The battery light could be more functional. As it is now, it softly glows when it is full, and then begins to blink as the charge decreases. The blinking is a bit hard to detect in a well-lit room. We would prefer battery bars that tell us more precisely when we need to charge our brush.
We love how stable the base is. When this brush is standing upright, it is not easy to knock down. It’s squared off corners keep it from rolling if it does tip over. All-in-all, this is a handsome, functional design that will compliment any bathroom.
Have we reached peak sonic? Out of the box, we were hoping to be blown away by the performance of this brush. But once you get right down to it, it cleans just like any other decent sonic toothbrush. The brush heads that come with it are high quality, and the DiamondClean looks really nice when you put it all together. But ultimately, the feel of the sonic vibrations as you glide the brush across your teeth is very similar to the Sonicare 4300 and even some of the other sonic brushes we tested.
One complaint is that despite two buttons on the brush handle, they are not as functional as they could be. The larger top button turns the brush off and on, which is great. The second button will allow you to change modes ONLY if the brush is off. Once you turn the brush on and push the second button, then it changes the intensity of the brushing. To switch from one mode to the next, you have to turn the brush off. We found that changing the intensity of our sessions was a pretty useless feature. However, it would have been nice to be able to move from mode to mode while brushing to feel the differences and to finish with a nice gum massage or tongue cleaning.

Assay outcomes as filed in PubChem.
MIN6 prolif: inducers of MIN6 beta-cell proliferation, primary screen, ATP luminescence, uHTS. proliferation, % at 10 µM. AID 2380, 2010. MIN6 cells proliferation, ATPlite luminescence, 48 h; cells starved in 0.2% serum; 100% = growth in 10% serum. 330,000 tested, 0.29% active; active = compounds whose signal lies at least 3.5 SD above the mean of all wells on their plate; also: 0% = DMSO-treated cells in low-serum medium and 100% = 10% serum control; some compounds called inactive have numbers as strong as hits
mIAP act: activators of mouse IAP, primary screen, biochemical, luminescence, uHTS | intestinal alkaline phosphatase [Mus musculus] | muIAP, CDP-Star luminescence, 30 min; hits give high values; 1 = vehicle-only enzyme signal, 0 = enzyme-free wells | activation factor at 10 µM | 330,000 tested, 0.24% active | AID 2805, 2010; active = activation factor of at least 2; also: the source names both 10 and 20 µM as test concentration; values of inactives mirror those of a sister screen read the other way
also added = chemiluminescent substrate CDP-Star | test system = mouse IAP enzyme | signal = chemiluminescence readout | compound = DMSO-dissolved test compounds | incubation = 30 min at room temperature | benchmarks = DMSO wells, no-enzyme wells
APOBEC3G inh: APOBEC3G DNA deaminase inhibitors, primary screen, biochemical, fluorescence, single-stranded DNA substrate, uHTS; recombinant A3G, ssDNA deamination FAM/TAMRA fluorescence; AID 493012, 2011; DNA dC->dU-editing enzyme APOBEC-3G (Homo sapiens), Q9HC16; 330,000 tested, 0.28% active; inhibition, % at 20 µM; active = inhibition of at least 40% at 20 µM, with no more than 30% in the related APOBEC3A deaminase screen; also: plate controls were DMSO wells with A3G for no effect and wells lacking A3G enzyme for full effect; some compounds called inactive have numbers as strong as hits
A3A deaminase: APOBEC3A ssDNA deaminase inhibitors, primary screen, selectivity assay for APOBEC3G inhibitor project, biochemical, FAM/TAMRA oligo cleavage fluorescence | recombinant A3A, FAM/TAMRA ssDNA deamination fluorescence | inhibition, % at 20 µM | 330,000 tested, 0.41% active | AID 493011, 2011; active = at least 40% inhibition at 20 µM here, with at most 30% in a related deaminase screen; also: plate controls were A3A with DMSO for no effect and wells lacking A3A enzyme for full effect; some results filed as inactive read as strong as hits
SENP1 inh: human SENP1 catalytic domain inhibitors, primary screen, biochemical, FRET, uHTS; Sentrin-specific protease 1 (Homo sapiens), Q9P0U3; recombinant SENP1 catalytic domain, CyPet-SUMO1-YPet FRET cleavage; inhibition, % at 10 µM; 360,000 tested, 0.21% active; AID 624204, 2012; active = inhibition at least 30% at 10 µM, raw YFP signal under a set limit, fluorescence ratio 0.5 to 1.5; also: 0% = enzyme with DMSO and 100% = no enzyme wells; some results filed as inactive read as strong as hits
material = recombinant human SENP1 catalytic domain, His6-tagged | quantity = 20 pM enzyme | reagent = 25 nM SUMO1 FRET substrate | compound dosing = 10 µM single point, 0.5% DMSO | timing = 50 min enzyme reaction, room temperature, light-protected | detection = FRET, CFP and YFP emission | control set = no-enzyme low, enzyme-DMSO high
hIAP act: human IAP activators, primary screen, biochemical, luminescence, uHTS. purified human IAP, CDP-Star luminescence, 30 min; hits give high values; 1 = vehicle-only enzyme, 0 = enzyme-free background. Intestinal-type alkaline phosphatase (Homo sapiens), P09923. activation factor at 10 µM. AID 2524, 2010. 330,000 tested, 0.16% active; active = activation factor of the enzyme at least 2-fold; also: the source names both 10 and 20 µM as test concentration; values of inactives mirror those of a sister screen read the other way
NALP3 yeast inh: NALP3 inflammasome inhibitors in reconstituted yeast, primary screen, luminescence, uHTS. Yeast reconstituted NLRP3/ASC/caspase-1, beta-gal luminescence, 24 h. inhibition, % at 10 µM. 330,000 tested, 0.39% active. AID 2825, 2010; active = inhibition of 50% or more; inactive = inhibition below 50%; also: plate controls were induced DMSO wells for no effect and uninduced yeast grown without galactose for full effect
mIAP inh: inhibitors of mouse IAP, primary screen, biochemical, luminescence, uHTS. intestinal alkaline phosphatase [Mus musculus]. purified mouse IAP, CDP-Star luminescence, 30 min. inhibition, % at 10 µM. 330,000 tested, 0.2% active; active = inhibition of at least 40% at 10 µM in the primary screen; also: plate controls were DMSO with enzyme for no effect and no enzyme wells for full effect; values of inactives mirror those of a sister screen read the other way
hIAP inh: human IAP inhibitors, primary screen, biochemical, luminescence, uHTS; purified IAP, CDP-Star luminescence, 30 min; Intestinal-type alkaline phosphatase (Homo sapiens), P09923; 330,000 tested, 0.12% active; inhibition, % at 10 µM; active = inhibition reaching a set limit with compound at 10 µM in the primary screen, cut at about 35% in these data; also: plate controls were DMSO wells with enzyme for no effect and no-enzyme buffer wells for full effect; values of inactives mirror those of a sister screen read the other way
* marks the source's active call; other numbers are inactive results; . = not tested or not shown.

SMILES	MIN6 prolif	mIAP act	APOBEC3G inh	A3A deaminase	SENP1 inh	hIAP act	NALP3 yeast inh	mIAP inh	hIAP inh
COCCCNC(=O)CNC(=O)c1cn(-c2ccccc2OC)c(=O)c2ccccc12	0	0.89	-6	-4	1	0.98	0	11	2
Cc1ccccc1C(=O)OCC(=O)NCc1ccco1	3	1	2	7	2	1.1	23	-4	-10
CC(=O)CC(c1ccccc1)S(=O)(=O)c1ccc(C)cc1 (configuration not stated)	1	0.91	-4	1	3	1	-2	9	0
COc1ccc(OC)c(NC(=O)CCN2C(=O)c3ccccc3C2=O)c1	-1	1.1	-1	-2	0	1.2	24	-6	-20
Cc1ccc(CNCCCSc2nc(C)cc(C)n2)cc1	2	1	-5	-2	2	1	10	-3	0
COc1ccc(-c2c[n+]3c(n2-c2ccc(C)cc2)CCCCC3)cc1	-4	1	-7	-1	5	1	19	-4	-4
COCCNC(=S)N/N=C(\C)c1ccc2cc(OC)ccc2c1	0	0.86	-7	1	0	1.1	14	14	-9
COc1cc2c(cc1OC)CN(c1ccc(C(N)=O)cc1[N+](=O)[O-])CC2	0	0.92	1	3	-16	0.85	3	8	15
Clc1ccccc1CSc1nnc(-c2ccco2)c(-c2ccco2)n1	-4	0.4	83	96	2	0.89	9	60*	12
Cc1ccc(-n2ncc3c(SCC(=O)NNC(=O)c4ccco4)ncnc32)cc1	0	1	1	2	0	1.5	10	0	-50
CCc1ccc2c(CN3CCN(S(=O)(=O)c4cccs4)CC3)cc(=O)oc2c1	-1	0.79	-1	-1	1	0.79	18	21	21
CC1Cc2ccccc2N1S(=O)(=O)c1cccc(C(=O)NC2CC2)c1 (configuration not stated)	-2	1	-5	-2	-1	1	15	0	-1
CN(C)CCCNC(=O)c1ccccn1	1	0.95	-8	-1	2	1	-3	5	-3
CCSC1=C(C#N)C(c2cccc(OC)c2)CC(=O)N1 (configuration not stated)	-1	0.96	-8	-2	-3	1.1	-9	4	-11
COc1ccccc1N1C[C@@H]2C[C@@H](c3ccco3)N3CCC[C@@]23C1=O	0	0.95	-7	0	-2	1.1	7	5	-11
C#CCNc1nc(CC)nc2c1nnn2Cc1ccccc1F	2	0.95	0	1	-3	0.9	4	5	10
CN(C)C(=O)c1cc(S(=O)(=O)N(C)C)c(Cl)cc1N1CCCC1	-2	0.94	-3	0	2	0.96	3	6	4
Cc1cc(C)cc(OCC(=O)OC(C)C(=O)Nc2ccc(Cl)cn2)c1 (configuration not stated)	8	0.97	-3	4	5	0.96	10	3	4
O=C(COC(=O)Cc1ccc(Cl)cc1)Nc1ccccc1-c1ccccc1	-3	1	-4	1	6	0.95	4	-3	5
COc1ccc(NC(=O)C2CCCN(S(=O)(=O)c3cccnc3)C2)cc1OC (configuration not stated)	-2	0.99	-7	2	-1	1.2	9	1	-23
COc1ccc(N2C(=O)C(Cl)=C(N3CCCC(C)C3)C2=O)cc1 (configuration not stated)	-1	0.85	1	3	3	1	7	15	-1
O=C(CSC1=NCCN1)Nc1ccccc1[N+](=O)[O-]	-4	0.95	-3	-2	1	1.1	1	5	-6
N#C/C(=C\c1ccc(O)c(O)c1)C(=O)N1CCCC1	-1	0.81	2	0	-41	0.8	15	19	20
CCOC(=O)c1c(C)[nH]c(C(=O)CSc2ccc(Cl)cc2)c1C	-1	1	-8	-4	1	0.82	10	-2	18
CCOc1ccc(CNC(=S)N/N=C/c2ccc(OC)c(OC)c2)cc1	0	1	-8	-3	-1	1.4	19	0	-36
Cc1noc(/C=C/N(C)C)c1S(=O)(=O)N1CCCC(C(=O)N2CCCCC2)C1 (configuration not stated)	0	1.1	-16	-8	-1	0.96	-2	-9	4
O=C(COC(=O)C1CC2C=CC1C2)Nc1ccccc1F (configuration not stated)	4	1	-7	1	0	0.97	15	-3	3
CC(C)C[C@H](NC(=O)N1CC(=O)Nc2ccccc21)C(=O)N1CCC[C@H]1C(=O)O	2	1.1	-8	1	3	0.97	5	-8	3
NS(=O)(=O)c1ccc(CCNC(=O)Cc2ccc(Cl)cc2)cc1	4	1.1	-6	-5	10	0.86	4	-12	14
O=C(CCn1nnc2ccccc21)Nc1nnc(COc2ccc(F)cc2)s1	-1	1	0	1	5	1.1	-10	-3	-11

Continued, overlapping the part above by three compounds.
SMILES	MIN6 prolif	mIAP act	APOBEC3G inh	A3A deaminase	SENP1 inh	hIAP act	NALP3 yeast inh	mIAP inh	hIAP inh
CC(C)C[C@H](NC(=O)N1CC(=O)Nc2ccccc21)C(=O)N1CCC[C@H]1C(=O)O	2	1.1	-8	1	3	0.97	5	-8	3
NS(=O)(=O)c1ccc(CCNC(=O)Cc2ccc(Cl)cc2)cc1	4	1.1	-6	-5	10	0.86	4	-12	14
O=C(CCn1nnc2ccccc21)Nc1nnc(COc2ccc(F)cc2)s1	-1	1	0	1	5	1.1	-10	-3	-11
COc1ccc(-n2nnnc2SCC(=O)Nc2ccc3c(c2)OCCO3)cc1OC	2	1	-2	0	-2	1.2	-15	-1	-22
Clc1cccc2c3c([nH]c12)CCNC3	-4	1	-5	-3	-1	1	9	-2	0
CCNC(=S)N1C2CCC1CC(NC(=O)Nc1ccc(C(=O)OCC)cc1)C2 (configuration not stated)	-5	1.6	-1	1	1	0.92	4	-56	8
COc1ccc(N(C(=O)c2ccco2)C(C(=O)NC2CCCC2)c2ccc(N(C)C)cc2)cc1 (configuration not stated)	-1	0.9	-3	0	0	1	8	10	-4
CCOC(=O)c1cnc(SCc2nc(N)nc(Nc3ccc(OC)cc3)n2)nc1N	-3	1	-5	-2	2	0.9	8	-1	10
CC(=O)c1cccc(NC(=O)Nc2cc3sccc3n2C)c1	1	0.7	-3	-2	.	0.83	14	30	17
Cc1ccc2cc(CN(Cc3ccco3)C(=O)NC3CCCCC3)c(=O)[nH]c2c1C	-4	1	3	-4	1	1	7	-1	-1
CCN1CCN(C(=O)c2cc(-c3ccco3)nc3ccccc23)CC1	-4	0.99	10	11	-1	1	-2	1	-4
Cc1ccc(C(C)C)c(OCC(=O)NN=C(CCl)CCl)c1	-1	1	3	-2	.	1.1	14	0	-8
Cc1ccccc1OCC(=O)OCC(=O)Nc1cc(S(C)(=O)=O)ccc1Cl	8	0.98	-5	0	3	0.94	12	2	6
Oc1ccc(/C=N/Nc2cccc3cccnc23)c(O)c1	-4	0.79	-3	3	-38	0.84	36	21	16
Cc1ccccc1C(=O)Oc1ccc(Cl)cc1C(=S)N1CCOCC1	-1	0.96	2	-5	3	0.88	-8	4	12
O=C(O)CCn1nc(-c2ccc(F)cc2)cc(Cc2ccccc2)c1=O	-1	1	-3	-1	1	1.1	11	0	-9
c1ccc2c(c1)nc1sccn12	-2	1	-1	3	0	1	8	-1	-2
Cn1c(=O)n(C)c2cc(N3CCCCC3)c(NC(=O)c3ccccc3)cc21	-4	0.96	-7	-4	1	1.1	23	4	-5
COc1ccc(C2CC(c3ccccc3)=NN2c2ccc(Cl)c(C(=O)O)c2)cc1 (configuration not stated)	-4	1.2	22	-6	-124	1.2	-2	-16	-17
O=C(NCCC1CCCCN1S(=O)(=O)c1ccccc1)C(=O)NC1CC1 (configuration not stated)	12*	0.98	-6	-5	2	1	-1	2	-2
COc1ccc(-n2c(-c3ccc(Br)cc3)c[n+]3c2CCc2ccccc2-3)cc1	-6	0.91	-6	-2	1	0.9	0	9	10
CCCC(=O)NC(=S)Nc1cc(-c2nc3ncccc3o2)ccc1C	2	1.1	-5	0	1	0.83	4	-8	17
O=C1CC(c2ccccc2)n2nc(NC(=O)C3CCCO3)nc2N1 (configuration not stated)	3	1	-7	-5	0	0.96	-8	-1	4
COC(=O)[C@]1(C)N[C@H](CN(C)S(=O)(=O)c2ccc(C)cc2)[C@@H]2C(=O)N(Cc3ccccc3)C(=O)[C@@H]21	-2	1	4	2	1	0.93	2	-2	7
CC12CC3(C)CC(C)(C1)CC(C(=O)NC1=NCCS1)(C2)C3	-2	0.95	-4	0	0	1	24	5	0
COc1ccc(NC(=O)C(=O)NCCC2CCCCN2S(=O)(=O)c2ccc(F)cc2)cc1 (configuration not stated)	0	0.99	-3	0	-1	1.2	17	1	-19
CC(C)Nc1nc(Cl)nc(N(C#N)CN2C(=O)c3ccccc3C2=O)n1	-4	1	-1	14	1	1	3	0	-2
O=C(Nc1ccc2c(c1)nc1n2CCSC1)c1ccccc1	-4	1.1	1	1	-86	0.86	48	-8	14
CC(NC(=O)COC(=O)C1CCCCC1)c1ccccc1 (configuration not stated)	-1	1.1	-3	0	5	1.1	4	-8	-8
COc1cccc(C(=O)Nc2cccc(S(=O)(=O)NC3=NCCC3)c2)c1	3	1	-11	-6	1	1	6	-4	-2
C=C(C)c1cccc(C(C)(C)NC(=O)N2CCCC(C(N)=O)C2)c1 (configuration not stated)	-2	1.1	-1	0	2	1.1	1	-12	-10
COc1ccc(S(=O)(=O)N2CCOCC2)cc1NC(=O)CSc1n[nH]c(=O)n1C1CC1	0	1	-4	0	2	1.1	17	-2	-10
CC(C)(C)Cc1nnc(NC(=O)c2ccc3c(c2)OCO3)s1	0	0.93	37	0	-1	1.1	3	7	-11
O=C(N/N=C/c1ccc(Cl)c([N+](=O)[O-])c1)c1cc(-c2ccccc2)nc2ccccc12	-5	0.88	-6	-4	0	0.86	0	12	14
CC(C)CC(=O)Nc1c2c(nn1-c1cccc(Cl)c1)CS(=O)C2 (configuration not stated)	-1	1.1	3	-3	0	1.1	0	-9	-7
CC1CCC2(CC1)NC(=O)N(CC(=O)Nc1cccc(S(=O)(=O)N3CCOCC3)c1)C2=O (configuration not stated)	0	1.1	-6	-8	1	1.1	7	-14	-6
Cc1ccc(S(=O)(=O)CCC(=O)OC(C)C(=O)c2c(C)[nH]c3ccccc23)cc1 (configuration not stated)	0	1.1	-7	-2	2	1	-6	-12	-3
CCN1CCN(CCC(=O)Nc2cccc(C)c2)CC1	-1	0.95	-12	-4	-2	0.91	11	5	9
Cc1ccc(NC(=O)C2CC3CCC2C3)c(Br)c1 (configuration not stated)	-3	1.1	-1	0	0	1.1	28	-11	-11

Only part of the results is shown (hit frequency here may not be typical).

When you power it up, the brush emits a decent amount of noise (60 decibels), but it isn’t any more than you would expect for a handle this powerful. When it cranks out 62,000 vibrations a minute, there is bound to be some commotion.
Unlike most other brushes, instead of a quad pacer that divides a two-minute brushing session into four 30-second intervals, the DiamondClean divides the time into 6 20-second sessions having you move the brush a little more frequently as you brush. This makes the brushing seem less tedious, but it takes some getting used to.
When paired with the app, the 6 sections immediately make sense, but if you are used to quad pacing, you want to rethink how you brush. The manual shows a small image of how the 6 sectors work, but it really helps to follow along with the app.
The brush has a pressure sensor that accurately engages at about 300 grams of force. The industry standard is between 250-300g., so this brush is spot on. The base will blink if you push too hard and the brush head will slow down and vibrate. We found that this was an excellent way to tell us to ease up on the scrubbing. Some people complain that they don’t like the pressure sensor, and if you are one of those people, you will be happy to know that you can disable it by following the instructions in the manual.
Brush head syncing